Coaches, with just a few simple dribbling tips, you'll start to see huge improvements in individual player and team performance.
Dribbling the basketball under control and with a purpose is one of the most important fundamental skills of the game.
But when it comes to youth hoops, there's one bad habit I see way too often...
Too much unnecessary dribbling!
Photo: Some rights reserved by City of Marietta, GA
Excessive dribbling is a bad habit. And it's so common among those just learning how to play basketball.
You've seen it.
The player catches the ball. And, like dropping a hot potato, they immediately put it on the floor. Head goes down. Eyes go down. And off they go.
Without a plan. No idea where teammates are. No clue where the defenders are.
By not taking a second to look first, players often dribble their way into trouble.
That's not only bad basketball. It's selfish basketball. And it's a recipe for disaster.
Teach your kids to play smarter basketball and make better ball handling decisions. Help them learn the right time and the wrong time to dribble the basketball.
So, one of the first tips on dribbling to pass on to your players is this: Before putting the ball on the floor, LOOK!
Protect the ball, keep the head up, and look around to see what's happening on the floor. Players will be surprised to see the teammates or shots that are open.
When your team has secured a defensive rebound or a steal, the dribble is a great way to advance the ball quickly down the court while looking for an open teammate up ahead.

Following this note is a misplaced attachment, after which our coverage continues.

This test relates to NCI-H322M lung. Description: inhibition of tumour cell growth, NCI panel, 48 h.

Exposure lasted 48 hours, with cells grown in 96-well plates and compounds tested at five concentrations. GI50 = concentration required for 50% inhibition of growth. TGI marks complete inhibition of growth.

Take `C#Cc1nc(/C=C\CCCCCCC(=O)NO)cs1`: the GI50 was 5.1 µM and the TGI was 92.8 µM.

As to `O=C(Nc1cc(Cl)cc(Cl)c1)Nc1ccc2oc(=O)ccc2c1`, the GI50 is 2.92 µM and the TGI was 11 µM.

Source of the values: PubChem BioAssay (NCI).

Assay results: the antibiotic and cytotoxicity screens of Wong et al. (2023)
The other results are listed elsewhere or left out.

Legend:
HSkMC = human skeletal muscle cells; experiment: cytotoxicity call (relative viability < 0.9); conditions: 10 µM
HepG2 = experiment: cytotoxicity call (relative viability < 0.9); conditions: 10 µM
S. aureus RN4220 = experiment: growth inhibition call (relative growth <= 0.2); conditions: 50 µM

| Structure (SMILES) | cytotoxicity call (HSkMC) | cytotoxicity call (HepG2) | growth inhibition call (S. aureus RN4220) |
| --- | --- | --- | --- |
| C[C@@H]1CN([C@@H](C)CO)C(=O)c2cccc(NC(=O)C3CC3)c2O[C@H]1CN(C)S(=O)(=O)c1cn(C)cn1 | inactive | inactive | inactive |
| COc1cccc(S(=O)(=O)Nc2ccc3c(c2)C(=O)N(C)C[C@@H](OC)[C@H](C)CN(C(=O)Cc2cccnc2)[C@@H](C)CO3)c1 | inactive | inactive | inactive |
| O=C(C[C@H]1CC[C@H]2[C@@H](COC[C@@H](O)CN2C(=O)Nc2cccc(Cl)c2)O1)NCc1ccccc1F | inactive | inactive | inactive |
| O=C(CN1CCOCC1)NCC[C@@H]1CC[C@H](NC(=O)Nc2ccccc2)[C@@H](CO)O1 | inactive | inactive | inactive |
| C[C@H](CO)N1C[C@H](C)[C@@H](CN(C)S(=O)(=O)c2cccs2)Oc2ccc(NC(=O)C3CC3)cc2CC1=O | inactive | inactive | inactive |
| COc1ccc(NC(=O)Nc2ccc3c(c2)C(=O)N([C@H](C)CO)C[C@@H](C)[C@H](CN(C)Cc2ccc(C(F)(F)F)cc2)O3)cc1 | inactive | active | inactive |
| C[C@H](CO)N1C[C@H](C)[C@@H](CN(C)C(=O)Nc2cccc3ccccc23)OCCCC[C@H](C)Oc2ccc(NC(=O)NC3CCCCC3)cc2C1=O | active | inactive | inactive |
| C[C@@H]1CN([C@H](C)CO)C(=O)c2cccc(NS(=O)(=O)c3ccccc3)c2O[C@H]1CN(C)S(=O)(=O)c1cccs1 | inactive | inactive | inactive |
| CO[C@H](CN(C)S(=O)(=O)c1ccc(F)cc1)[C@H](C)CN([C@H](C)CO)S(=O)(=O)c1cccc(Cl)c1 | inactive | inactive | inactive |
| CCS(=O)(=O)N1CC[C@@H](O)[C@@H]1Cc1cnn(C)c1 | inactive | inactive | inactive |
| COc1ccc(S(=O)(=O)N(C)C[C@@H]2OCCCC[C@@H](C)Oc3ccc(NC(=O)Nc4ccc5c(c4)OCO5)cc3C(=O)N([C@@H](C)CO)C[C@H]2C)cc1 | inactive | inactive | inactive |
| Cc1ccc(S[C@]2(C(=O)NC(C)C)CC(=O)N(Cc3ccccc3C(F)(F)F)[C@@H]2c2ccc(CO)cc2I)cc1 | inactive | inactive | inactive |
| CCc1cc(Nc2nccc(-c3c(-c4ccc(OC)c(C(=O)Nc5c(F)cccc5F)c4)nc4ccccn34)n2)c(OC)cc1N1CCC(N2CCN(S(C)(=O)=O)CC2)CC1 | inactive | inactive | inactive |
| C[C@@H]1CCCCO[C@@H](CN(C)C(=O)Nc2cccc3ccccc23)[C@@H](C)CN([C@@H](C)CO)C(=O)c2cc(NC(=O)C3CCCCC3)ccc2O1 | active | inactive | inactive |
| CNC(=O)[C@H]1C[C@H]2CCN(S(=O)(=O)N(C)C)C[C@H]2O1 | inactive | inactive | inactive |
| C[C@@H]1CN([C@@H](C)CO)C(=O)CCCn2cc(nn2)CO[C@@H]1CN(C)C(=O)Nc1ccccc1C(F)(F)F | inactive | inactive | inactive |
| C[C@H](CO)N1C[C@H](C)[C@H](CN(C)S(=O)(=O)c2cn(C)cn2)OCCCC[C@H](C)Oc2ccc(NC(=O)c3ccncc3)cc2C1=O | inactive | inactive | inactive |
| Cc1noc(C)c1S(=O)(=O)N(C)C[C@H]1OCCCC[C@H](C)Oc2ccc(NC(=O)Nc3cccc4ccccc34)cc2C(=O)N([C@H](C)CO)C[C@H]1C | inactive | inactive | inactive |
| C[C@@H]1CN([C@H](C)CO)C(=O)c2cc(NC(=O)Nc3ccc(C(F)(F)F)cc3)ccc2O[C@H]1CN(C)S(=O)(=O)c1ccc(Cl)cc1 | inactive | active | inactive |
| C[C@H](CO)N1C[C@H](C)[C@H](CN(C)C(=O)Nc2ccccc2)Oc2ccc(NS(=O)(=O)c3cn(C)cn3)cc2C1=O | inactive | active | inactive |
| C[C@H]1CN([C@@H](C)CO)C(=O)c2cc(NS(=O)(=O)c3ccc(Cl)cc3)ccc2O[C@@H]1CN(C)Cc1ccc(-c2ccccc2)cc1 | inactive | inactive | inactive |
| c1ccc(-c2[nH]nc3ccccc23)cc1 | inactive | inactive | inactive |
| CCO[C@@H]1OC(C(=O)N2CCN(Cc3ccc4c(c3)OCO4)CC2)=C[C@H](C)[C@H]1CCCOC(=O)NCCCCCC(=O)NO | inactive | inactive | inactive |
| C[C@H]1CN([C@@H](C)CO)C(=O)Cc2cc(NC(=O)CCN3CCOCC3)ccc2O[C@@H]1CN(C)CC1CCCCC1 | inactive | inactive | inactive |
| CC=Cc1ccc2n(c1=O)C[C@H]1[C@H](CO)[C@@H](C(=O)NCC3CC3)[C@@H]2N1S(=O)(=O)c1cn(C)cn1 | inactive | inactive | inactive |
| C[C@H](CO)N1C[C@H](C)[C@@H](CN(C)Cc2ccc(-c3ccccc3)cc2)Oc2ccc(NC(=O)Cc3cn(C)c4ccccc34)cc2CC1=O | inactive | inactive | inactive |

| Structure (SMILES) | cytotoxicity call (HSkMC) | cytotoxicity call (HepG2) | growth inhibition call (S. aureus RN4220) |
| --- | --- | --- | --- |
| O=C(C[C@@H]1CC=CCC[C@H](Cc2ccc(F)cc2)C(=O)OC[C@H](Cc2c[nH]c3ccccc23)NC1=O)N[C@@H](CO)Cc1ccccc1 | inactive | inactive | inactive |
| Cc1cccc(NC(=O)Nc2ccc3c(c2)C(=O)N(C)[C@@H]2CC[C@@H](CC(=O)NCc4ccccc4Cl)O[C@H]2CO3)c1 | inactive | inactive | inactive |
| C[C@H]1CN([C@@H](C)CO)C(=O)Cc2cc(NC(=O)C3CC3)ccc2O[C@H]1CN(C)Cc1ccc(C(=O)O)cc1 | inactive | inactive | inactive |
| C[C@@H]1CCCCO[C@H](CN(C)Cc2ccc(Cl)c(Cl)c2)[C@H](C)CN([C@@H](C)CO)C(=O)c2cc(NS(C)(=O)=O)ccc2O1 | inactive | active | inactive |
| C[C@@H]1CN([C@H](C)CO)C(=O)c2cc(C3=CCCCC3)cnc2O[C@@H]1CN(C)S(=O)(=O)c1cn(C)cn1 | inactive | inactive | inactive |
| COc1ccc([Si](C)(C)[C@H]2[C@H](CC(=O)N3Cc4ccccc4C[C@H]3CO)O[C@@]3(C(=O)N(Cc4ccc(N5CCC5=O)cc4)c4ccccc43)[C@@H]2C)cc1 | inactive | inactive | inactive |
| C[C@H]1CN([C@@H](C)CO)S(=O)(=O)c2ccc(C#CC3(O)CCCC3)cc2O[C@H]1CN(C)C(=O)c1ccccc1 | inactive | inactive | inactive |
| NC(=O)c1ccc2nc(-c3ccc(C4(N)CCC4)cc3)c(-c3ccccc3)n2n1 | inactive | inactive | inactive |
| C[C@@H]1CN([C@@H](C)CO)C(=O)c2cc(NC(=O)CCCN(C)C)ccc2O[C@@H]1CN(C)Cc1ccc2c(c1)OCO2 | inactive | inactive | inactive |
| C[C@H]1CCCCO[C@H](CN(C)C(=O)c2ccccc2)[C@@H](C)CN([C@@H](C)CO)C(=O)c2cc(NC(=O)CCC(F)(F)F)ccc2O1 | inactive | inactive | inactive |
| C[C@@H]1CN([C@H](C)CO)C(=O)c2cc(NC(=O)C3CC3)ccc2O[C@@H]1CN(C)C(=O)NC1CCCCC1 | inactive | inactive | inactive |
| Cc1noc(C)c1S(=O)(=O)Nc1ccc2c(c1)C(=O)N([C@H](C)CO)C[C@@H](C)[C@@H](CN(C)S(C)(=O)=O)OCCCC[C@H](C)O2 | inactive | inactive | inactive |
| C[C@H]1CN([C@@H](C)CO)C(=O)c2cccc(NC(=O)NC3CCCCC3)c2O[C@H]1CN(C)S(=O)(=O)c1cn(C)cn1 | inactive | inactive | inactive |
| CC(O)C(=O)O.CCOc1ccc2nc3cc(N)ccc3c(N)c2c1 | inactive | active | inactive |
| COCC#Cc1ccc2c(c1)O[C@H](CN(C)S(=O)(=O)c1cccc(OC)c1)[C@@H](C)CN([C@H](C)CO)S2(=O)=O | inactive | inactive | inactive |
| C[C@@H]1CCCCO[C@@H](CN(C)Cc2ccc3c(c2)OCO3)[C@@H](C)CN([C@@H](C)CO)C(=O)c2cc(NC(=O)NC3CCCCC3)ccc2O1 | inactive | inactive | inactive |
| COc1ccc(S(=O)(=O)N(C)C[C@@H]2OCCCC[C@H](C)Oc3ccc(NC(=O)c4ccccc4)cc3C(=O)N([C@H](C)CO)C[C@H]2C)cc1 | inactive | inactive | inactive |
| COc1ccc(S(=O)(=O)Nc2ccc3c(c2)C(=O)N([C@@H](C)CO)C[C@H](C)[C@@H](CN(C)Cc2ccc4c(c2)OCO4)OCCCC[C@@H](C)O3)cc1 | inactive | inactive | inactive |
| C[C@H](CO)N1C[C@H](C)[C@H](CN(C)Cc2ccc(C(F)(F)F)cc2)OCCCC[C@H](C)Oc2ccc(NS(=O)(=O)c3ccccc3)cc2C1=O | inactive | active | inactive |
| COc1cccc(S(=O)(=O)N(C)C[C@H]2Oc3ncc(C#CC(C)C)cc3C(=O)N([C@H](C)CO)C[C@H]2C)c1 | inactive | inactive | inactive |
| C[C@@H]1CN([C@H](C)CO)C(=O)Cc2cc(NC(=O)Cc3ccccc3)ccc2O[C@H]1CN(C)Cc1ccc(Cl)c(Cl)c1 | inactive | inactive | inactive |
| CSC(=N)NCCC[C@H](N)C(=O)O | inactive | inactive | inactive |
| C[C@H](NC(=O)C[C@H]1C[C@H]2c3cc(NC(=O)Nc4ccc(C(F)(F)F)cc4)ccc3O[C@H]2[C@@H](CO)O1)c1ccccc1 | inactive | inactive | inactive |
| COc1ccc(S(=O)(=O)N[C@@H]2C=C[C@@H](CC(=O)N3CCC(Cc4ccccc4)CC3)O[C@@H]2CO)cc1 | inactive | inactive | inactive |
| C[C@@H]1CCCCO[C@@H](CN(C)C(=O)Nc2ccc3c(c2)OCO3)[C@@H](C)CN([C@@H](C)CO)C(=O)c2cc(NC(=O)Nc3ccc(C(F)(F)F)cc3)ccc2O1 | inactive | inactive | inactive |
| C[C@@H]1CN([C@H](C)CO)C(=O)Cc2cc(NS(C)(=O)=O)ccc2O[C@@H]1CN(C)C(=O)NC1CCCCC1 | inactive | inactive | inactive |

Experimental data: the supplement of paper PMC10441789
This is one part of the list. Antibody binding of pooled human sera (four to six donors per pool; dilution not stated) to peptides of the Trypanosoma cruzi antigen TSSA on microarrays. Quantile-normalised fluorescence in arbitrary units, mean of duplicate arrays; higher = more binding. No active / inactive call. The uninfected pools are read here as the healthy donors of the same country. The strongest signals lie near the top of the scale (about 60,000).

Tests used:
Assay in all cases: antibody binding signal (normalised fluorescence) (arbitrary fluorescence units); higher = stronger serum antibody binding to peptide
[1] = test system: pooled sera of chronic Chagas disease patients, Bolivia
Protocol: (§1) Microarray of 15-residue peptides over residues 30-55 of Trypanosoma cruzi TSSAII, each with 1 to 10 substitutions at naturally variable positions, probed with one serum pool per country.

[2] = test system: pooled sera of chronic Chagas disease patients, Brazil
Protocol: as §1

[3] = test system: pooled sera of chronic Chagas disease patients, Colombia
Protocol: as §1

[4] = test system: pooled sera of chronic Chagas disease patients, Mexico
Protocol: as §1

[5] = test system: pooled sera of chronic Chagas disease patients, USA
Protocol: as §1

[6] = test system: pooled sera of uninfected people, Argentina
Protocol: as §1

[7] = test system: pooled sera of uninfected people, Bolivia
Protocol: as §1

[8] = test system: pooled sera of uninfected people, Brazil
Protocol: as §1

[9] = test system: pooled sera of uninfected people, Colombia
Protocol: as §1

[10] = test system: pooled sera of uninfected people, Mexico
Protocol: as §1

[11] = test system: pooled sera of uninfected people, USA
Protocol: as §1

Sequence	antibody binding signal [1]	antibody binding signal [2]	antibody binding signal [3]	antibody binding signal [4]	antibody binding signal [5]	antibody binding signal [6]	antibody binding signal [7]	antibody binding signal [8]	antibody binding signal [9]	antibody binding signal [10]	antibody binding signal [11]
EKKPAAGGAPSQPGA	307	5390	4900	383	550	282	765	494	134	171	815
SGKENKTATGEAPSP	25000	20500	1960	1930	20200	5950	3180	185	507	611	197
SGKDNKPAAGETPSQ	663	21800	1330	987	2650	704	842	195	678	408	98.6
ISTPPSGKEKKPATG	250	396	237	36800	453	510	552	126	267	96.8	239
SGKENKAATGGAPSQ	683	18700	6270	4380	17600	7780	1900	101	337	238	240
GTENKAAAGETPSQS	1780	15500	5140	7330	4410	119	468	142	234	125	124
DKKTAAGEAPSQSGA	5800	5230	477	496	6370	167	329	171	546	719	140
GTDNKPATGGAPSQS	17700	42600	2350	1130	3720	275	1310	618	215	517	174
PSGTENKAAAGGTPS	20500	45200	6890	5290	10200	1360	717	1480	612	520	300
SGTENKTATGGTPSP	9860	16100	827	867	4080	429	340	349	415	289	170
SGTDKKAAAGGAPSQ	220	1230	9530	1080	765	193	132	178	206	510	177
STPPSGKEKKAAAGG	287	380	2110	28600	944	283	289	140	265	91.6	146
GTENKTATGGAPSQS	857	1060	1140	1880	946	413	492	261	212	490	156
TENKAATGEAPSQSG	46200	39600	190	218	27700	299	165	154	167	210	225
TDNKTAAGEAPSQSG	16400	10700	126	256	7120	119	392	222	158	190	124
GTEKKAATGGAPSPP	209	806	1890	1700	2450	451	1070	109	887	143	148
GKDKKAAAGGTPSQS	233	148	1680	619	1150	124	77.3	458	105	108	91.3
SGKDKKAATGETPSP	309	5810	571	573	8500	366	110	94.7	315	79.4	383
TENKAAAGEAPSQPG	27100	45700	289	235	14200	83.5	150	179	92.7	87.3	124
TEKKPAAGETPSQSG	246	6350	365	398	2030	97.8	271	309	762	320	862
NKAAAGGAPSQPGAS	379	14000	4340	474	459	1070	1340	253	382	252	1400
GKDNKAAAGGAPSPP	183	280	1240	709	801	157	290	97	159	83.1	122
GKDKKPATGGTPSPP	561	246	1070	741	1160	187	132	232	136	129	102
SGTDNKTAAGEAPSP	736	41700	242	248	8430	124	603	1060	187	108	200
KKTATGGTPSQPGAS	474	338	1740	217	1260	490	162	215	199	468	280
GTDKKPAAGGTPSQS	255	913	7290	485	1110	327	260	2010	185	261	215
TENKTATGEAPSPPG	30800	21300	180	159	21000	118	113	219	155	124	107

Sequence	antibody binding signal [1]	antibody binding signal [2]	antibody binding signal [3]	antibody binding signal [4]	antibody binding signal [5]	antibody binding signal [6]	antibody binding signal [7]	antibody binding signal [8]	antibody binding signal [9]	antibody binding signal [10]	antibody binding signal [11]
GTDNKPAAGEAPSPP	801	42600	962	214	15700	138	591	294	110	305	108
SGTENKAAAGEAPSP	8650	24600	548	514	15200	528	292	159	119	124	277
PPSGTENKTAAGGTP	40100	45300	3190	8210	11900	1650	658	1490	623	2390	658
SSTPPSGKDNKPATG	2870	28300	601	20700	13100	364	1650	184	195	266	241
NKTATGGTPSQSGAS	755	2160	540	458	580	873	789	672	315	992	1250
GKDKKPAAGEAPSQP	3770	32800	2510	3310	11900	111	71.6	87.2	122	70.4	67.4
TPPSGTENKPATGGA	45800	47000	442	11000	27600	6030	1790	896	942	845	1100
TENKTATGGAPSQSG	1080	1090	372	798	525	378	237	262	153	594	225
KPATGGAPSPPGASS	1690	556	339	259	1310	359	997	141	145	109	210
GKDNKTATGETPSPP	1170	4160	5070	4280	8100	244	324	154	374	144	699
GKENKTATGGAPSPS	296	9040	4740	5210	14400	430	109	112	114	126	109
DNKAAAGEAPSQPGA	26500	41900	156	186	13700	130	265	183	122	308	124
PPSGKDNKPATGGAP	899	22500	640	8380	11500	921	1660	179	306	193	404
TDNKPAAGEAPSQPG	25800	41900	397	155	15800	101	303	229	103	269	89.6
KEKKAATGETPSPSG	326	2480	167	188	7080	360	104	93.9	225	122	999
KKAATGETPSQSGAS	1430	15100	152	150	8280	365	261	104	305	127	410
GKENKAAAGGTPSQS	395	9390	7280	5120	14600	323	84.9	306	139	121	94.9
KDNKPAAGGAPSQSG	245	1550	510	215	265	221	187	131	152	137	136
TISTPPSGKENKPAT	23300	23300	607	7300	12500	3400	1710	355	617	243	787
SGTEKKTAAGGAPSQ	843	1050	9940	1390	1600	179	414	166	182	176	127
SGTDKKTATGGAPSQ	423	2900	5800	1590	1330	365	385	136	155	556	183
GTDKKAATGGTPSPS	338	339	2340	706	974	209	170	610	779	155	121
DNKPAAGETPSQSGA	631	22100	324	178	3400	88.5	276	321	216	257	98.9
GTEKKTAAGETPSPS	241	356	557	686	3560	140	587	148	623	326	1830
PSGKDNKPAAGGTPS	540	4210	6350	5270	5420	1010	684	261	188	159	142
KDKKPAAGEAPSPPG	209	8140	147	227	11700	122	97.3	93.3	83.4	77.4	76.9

Passing is no doubt much quicker and more efficient than dribbling, but there are times on a breakaway where the dribbler is the first person down the floor. Dribbling down a wide open court for a layup is smart basketball. But if defensive pressure comes or teammates sprint ahead down the floor, look to pass the ball ahead.
At times, when the defense is applying tough pressure, it's necessary to put the ball on the floor so you can change direction and move by your defender.
Standing and holding the ball while being swarmed by defensive arms and hands is tough to deal with. Using a control dribble to back out of pressure or a jab fake to step by the defender are examples of smart times to use a dribble.
A word of caution though. Trying to dribble in a crowd of defenders is not advised. There are too many hands around to steal the ball. If you're surrounded by players, that means a teammate must be open.
Following a steal or a good offensive move, you may find there's no one between you and the goal. If you see you have a direct line to the basket, it's a good time to take it to the hoop and score.
Offenses can get stagnant without player movement. Sometimes, it's smart to put the ball on the floor to make the defense adjust and create some openings. By attacking the basket, the defense is forced to move. The result can be an open shot for you or a teammate.
Sometimes the defense takes away all of the passing lanes. No one is open. By taking a couple of dribbles, it's possible to create a better passing angle and open up a passing lane.
But be careful about over-dribbling or dribbling too close to a teammate and clogging things up.